We have, however, recently found that antigen-loaded resDC too can stimulate anti-tumour T cells and induce a different T cell differentiation state than do migDC. The role of these resDC is very poorly understood and in the tumour setting is almost entirely opaque. This is in part due to the lack of genetic models allowing in vivo manipulation of DC subsets due to the similarities between migratory and resident populations. Interestingly, however, these migratory and resident DC subsets develop in their tissue of interest after progenitors, pre-DC, migrate to the tissue or LN and differentiate in situ (3). This project aims to optimise and apply an in vivo screen to determine how pre-DC migration into tissues is regulated, allowing us to block pre-DC ingress and thereby eliminate resDC populations or modulate tumour DC levels in vivo. Similar approaches have previously been used to identify key factors in tumour T cells (4). Using this screen we can elucidate the functional roles of resDC populations for the first time in vivo, and by applying the findings within the tumour microenvironment we would then be able to rationally determine approaches to improve pre-DC ingress, increasing the number of stimulatory DC that has been shown to correlate with improved clinical outcomes (5,6).

Specific objectives
- Optimise existing strategies to differentiate and transduce pre-DC in vitro from mouse bone marrow (7)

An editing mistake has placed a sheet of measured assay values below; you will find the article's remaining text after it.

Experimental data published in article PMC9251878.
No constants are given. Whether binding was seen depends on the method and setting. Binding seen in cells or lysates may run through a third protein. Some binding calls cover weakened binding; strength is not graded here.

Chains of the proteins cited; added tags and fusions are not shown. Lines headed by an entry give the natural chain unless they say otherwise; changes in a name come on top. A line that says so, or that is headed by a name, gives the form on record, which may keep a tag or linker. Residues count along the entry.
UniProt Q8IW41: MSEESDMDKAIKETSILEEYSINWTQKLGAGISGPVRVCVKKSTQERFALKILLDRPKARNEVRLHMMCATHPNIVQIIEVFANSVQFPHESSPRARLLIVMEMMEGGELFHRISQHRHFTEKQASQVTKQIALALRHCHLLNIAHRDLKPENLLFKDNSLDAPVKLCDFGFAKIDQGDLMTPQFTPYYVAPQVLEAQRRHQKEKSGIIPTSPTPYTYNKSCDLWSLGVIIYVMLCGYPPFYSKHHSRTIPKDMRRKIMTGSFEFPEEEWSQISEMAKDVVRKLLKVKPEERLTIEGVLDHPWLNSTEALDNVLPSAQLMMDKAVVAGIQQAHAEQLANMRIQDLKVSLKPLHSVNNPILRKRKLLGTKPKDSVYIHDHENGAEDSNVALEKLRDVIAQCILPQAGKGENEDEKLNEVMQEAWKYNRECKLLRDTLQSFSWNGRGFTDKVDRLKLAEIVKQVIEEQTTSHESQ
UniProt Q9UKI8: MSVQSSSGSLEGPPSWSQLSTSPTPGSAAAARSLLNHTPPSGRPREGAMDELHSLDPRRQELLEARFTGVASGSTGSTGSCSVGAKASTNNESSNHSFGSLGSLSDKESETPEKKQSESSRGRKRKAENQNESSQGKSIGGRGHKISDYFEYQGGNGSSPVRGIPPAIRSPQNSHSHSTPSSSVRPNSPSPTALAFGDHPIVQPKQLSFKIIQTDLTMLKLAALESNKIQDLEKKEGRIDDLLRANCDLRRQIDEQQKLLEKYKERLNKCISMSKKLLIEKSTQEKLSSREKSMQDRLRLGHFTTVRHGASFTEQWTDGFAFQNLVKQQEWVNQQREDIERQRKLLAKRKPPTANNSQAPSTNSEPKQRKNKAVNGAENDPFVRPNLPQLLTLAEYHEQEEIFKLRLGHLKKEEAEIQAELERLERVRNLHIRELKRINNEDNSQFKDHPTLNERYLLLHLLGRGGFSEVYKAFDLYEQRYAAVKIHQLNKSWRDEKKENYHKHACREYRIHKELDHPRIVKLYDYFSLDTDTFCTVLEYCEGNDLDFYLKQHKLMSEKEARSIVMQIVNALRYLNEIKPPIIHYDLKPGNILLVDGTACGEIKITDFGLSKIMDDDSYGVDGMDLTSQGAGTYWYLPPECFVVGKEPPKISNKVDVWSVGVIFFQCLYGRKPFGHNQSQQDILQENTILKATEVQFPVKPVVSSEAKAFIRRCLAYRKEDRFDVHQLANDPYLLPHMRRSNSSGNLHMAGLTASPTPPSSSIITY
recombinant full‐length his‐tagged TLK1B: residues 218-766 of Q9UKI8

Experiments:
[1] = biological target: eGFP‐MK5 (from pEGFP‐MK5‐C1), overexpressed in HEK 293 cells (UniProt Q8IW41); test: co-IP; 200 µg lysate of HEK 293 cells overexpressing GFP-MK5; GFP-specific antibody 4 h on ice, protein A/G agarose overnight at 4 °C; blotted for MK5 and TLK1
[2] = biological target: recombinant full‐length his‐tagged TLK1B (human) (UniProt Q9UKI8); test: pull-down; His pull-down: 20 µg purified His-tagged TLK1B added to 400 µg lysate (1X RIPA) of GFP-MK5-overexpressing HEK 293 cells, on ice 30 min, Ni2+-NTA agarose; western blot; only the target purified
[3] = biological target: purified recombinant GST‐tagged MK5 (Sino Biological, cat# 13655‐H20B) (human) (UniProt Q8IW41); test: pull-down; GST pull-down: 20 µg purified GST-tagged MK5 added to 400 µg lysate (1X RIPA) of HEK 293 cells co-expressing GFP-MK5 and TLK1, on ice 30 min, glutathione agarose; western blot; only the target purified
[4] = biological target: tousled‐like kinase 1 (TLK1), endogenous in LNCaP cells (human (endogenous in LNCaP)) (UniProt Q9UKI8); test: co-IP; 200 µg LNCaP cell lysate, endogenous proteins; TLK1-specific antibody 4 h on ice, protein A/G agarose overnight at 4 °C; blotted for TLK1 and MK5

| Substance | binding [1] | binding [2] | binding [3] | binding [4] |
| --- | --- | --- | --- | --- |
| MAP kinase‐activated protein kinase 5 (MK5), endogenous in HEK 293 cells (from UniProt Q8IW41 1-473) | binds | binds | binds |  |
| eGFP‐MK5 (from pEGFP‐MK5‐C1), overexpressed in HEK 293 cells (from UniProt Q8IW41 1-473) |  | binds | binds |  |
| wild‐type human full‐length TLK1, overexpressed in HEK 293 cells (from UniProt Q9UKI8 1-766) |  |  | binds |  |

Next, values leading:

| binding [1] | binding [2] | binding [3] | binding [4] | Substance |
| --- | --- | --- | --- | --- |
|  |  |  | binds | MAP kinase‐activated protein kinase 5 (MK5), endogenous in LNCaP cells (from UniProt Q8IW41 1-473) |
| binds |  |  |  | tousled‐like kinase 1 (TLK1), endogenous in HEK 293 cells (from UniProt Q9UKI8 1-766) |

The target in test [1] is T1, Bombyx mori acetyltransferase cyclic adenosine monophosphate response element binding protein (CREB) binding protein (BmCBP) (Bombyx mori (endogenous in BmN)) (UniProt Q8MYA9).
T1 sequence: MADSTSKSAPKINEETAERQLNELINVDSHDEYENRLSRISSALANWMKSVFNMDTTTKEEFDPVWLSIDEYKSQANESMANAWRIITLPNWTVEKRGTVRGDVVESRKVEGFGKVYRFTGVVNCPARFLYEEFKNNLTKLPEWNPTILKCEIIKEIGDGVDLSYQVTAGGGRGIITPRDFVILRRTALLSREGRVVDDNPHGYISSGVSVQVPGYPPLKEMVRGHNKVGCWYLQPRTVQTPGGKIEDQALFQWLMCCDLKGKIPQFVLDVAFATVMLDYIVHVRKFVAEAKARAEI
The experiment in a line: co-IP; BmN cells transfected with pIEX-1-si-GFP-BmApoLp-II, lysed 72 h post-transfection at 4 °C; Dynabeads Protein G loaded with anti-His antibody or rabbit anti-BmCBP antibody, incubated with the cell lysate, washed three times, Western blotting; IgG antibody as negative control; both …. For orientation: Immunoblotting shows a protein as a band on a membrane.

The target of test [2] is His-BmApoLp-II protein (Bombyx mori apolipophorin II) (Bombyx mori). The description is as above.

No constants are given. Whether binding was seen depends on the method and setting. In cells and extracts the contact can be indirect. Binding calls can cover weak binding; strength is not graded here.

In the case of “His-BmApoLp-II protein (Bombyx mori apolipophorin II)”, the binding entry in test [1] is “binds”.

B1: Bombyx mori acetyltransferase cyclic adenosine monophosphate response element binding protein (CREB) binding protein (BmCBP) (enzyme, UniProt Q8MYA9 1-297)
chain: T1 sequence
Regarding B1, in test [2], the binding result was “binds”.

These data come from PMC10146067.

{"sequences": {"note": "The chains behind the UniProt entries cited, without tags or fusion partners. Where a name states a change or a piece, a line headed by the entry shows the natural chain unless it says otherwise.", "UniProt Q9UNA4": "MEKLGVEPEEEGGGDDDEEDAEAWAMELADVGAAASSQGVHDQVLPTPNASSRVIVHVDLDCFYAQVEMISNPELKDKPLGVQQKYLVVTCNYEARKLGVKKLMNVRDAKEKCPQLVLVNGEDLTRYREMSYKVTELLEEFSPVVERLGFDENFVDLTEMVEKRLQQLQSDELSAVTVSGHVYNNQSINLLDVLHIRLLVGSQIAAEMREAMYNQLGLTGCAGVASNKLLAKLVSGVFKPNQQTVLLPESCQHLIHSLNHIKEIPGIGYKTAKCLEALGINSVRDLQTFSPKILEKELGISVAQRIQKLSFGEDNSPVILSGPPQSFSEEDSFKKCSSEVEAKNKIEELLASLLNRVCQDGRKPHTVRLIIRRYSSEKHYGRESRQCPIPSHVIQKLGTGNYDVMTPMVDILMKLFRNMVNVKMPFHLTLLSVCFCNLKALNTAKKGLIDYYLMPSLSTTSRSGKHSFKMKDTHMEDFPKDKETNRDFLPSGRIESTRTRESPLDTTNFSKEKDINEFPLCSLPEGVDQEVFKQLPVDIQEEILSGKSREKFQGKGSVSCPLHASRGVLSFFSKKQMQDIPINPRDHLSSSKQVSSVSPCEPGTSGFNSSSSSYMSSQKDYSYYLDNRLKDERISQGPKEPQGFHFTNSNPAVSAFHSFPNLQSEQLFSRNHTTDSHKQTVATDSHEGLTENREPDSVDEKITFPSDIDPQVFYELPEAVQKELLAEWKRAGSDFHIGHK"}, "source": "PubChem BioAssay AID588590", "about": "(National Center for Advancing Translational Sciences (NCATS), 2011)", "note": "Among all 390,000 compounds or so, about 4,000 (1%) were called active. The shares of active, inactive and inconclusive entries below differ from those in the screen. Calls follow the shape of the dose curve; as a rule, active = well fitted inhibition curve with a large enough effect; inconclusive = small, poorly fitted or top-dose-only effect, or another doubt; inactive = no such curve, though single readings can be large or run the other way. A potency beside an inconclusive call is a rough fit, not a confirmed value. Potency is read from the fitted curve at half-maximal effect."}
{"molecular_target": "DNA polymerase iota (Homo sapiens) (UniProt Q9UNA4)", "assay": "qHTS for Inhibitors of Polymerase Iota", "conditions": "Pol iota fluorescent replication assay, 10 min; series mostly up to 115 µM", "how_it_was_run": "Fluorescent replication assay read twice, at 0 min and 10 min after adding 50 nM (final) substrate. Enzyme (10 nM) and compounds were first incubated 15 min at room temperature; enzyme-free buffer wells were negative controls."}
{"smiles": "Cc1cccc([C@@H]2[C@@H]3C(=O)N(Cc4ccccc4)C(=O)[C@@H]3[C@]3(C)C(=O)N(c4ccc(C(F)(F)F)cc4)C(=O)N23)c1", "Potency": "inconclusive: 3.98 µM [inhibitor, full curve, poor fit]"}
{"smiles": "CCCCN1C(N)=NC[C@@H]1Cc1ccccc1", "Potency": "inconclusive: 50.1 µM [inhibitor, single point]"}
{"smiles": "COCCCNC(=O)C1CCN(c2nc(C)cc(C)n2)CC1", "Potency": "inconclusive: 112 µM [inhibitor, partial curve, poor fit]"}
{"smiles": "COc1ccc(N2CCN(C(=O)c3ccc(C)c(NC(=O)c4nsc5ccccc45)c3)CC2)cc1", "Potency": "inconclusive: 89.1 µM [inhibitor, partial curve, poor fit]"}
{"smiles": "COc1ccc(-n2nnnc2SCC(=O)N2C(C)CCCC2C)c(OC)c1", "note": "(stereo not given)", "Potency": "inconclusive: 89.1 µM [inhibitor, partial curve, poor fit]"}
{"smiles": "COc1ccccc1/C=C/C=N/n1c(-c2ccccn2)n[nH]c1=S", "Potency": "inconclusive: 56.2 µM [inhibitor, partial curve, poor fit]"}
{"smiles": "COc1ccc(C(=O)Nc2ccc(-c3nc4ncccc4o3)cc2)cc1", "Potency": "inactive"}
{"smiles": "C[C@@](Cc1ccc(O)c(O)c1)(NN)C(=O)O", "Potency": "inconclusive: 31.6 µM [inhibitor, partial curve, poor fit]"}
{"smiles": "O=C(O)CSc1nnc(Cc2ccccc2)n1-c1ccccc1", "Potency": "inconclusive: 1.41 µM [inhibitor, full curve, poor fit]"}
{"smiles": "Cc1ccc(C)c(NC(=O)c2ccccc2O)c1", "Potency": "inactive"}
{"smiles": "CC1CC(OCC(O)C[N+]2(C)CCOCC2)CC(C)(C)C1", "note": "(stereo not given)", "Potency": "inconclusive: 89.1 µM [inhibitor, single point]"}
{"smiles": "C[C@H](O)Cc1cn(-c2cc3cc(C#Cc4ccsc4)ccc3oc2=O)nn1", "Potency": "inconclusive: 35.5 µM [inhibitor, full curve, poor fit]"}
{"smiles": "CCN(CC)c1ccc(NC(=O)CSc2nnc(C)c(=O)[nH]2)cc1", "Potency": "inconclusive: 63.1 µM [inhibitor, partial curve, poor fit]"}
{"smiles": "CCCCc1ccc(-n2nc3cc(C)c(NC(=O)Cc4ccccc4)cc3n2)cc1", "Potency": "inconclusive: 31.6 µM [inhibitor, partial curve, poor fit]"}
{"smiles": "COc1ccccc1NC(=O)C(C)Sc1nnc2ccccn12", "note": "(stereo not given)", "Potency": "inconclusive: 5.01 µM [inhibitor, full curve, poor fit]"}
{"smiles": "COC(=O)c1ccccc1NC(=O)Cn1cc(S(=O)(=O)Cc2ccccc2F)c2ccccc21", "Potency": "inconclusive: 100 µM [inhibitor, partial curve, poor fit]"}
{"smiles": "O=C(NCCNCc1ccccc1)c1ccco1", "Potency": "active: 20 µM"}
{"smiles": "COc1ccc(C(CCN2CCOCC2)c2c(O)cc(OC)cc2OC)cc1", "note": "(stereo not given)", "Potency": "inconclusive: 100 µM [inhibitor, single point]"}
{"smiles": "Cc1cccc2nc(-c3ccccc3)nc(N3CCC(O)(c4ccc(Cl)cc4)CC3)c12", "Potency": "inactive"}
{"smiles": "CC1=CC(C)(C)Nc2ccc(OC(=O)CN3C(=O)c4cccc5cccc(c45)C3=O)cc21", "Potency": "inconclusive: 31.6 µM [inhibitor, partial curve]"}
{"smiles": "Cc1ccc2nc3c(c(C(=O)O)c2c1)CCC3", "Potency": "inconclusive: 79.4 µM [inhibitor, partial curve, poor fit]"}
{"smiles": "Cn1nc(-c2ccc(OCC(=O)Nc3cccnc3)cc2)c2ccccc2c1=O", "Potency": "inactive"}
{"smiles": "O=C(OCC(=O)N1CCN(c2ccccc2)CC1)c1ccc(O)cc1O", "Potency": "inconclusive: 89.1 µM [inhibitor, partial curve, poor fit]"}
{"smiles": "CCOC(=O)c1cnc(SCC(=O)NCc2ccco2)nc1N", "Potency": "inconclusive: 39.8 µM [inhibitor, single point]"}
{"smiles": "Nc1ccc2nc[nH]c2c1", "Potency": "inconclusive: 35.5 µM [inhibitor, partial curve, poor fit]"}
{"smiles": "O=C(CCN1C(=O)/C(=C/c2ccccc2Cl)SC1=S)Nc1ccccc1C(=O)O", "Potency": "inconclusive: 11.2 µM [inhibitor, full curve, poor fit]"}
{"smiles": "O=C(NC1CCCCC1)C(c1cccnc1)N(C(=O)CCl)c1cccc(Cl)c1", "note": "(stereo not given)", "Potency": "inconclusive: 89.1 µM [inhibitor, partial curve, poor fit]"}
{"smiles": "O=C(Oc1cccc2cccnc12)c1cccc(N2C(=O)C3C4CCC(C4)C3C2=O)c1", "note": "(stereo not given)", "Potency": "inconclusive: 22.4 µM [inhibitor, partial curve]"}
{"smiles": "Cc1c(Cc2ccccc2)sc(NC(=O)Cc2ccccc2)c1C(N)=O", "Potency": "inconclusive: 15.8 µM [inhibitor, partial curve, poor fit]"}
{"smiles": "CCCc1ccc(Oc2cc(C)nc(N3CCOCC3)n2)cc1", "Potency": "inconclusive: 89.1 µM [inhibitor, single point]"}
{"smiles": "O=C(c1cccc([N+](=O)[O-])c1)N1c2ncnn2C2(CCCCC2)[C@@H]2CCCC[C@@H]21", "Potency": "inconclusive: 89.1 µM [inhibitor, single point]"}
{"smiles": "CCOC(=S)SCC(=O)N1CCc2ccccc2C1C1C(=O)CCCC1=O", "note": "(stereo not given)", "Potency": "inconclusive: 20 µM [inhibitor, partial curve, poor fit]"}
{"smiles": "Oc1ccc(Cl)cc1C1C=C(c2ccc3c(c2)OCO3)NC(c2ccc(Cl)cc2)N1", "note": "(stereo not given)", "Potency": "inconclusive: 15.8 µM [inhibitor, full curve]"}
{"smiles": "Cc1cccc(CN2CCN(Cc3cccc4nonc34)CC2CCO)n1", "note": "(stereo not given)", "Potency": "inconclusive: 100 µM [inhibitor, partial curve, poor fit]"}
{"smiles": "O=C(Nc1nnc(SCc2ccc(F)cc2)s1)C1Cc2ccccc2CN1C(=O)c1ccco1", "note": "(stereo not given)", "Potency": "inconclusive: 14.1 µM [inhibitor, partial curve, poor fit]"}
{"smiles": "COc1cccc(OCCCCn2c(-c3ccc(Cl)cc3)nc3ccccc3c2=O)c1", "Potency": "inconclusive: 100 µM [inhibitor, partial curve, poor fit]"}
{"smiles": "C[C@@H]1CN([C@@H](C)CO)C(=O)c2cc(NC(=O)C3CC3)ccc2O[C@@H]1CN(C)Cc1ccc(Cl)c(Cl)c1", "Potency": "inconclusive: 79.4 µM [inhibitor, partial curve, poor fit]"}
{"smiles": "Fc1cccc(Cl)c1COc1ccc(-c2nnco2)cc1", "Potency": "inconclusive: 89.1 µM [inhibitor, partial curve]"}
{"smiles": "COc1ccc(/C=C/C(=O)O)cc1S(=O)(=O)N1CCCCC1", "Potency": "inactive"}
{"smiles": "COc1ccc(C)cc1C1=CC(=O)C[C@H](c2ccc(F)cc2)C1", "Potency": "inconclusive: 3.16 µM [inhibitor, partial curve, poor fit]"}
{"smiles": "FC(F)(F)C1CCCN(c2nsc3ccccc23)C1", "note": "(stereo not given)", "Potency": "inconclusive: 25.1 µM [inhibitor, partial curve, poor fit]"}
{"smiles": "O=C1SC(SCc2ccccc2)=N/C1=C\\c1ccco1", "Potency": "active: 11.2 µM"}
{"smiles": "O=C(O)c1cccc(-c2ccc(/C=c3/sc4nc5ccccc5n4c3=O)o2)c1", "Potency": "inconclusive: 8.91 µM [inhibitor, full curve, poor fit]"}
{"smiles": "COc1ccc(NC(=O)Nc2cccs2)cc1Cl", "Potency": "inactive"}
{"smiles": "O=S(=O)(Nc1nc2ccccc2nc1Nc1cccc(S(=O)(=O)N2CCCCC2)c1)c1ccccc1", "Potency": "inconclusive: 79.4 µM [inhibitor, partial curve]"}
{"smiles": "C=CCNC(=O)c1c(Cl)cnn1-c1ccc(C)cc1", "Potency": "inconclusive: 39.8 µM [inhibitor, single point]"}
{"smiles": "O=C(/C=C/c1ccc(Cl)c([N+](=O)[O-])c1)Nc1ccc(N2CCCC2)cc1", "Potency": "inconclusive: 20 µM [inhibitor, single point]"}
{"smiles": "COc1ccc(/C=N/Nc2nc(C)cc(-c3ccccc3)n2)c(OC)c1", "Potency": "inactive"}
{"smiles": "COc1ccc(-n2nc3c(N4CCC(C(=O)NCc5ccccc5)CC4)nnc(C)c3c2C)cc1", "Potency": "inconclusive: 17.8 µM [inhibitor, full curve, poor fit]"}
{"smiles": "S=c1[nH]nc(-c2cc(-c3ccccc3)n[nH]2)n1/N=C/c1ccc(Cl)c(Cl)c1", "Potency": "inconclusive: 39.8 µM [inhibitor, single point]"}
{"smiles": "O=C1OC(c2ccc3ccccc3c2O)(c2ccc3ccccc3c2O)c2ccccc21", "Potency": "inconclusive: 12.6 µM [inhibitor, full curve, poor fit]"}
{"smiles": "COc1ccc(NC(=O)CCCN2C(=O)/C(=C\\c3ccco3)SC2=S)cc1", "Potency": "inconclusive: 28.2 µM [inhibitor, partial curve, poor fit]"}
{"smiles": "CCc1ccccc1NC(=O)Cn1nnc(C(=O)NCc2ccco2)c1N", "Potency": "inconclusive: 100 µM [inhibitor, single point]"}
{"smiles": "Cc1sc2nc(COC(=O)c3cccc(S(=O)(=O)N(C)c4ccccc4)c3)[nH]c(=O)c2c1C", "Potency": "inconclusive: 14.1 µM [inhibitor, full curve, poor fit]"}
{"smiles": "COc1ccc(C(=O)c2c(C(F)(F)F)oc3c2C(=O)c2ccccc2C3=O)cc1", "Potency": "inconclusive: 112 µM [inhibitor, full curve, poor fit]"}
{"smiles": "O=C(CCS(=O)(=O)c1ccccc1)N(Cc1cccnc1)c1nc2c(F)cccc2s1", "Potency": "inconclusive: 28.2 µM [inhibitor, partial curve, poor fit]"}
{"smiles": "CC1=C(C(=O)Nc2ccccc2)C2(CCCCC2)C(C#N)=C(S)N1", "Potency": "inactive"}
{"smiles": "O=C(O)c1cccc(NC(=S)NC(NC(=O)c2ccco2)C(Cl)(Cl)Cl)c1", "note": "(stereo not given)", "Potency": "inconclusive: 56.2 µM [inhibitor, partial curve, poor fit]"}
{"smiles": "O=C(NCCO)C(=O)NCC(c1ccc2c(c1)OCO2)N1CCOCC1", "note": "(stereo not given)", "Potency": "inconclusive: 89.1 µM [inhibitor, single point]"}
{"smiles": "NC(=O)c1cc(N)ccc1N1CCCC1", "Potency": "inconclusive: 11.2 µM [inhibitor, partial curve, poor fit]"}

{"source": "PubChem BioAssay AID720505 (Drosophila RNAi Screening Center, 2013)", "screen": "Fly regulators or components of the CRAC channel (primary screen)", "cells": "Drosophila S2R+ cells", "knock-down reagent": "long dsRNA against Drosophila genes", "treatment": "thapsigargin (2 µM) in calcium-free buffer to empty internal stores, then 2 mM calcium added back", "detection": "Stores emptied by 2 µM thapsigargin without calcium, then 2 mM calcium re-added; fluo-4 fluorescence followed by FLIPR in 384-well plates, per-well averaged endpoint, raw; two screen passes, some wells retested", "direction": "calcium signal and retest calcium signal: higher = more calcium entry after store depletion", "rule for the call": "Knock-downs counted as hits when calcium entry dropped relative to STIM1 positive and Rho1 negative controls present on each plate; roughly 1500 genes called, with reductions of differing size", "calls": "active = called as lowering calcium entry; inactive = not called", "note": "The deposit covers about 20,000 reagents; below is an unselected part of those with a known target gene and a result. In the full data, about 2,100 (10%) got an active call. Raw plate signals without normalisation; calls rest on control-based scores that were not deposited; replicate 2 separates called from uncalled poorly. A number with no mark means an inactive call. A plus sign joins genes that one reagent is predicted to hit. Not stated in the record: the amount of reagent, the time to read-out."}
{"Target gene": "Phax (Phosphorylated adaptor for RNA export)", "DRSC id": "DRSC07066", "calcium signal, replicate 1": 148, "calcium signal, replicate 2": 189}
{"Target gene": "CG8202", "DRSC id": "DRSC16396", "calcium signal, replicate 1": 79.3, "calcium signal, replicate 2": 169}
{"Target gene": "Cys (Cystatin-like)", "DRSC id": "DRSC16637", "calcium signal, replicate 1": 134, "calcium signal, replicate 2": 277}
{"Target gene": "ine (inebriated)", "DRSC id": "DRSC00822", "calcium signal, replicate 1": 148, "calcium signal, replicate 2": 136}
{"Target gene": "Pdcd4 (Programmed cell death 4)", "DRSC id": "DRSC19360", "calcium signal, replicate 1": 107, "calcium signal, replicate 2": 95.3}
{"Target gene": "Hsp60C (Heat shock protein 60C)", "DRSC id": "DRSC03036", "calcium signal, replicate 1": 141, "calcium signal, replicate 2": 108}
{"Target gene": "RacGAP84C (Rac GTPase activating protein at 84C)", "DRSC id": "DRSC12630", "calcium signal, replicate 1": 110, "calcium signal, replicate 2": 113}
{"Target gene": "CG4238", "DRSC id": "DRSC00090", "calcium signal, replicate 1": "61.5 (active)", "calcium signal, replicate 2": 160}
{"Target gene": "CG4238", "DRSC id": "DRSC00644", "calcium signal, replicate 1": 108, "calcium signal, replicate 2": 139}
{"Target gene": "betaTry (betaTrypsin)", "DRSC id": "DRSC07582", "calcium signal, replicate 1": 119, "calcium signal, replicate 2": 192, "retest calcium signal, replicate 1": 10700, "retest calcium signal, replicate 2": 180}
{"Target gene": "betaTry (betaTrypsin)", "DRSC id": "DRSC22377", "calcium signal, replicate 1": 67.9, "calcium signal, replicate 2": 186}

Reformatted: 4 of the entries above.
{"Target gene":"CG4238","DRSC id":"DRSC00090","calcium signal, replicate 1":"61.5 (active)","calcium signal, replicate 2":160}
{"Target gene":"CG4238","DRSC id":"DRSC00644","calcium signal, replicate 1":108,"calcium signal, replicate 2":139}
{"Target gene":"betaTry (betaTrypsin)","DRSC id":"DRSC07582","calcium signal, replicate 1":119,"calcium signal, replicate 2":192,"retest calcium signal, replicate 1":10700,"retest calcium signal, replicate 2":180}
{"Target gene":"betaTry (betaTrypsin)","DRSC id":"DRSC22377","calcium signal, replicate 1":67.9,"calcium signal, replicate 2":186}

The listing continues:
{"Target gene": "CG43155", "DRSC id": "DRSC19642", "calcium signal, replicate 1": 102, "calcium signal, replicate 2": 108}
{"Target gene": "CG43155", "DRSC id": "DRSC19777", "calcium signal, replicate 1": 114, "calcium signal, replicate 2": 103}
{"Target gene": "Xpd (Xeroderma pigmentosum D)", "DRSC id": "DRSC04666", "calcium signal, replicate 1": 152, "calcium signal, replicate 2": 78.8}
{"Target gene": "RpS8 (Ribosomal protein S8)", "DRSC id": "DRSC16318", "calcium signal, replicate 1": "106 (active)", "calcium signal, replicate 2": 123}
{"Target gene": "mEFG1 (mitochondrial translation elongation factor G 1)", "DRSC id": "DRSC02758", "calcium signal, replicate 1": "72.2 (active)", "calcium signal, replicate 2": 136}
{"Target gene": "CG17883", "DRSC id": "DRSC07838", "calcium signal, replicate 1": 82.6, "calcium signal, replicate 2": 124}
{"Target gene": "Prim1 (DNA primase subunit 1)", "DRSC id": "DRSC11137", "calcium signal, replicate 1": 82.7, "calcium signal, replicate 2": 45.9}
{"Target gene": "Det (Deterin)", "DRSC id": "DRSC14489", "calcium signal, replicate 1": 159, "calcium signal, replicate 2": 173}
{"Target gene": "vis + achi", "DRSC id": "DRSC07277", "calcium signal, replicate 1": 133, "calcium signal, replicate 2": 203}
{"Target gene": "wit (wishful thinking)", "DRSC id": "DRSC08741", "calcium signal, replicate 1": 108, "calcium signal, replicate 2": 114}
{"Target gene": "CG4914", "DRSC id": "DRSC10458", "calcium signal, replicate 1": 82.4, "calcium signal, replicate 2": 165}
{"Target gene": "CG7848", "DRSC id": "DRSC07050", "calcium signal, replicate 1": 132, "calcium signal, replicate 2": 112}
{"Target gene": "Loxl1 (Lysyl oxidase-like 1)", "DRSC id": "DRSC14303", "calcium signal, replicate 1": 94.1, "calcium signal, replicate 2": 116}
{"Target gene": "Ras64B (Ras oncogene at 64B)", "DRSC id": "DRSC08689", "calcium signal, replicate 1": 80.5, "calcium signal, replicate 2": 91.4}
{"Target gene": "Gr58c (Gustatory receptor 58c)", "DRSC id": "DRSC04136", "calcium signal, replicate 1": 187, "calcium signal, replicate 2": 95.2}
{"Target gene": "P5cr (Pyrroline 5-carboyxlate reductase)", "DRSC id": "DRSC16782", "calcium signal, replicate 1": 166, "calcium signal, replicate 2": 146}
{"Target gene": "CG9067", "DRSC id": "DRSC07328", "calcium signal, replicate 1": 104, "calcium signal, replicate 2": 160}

- Develop a pooled CRISPR library targeting candidate genes involved in migration and localisation
- Screen knockouts for their ability to enter LN or tumours
- Validate hits using mouse models

Techniques
- Molecular biology
- Multicolour flow cytometry
- CRISPR gene editing
- In vitro bone marrow cultures
- Use of mouse models and generation of bone marrow chimeras
- Advanced imaging including confocal microscopy and intravital imaging

To apply, please click on the ’Apply Online’ button, which will take you to the Beatson Institute website where you should fill in the application form. Please do not email your CV.

References

1. Roberts, E. W. et al. Critical Role for CD103+/CD141+ Dendritic Cells Bearing CCR7 for Tumor Antigen Trafficking and Priming of T Cell Immunity in Melanoma. Cancer Cell 30, 324–336 (2016).

2. Salmon, H. et al. Expansion and Activation of CD103+ Dendritic Cell Progenitors at the Tumor Site Enhances Tumor Responses to Therapeutic PD-L1 and BRAF Inhibition. Immunity 44, 924–938 (2016).

3. Liu, K. et al. In vivo analysis of dendritic cell development and homeostasis. Science 324, 392–397 (2009).

4. Zhou, P. et al. In vivo Discovery of Immunotherapy Targets in the Tumor Microenvironment. Nature 506, 52–57 (2014).

5. Barry, K. C. et al. A natural killer-dendritic cell axis defines checkpoint therapy-responsive tumor microenvironments. Nat. Med. 24, 1178–1191 (2018).

6. Broz, M. L. et al. Dissecting the tumor myeloid compartment reveals rare activating antigen-presenting cells critical for T cell immunity. Cancer Cell 26, 638–652 (2014).

7. Schlitzer, A. et al. Identification of cDC1- and cDC2-committed DC progenitors reveals early lineage priming at the common DC progenitor stage in the bone marrow. Nature Immunology 16, 718–728 (2015).